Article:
As for the blurb here on Dooyoo that suggests Hoover supply user manuals for both its European and American models, this is another incorrrect statement and perhaps has been done in error as there are only a handful of models in all their ranges exist where downloadable PDF files exist.
If you need a Hoover spare part its time to do a bit more research and consider outside help. EBay is usually a good source - but for a British company, which was once held in high esteem it shouldn't really be the case that Hoover should be ignored for aftermarket parts. Yet the cost prices which Hoover charge are atrocious.
According to Hoover's UK website it has just launched a cylinder vacuum cleaner known as the "Freemotion" range. Yet there is only a moving banner for this on the Hoover UK website which cannot be explored. In their main frame when clicked on "vacuum cleaners / cylinder cleaners," none of the bagged versions are available to see, yet they are available to buy online whilst the more "clogged up" bagless versions are available to buy at high street outlet names such as Comet, Curry's, Argos, Apollo, John Lewis, Euronics and other companies who deal with household appliances/white goods. The Italian site however had the "Freemotion" promotional videos showing in early December 2007...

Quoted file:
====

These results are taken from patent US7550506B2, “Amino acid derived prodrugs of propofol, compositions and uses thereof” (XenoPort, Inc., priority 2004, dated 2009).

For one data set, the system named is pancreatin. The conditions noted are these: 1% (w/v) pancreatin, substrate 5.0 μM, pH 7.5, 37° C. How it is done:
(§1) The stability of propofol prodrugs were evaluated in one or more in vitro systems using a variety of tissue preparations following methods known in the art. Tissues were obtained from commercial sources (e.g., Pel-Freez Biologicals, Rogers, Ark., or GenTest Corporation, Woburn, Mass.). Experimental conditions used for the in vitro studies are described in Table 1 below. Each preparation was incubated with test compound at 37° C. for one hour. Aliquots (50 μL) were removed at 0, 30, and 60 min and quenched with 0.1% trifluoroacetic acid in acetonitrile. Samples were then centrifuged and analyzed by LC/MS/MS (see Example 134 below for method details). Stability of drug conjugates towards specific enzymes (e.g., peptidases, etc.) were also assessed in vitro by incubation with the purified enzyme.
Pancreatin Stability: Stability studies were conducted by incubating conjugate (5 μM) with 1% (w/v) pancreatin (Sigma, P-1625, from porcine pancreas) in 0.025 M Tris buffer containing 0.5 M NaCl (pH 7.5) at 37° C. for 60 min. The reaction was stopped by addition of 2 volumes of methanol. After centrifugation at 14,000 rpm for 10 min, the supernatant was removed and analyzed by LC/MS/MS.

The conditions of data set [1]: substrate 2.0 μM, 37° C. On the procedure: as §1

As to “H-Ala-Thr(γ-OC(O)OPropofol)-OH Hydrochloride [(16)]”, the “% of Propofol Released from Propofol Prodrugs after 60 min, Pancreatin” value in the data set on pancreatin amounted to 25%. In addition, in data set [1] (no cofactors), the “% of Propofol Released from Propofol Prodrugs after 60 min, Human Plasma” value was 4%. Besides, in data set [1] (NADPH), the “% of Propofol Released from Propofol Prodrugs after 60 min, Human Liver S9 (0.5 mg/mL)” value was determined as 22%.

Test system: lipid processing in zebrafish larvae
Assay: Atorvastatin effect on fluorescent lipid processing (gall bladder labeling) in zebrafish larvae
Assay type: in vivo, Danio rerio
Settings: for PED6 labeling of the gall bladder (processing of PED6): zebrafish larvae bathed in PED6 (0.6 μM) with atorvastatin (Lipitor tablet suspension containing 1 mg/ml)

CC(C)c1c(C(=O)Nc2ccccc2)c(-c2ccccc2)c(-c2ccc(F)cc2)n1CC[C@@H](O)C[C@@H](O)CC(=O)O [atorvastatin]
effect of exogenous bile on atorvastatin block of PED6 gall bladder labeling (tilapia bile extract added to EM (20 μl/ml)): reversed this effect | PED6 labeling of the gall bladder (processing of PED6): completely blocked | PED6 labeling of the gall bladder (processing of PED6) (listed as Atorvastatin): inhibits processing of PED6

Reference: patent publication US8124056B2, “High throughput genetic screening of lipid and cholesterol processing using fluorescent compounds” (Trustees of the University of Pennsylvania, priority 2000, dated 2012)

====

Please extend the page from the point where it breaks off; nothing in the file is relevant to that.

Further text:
Luckily for normal people (i.e. not collectors of the brand) the website is at best easy to get around and navigate due to the fact that sections are easily worded and clearly displayed. Downloads are available in the form of PDF Acrobat sourced brochures for each of Hoover's product segments; the most dated products being the vacuum cleaner range since Candy don't make vacuums, so the latest ranges of everything else made by Hoover show an advancement of design.
For fans of this brand there is only one website where collectors and fans visit regularly for UP TO DATE product info; Hoover's Italian website.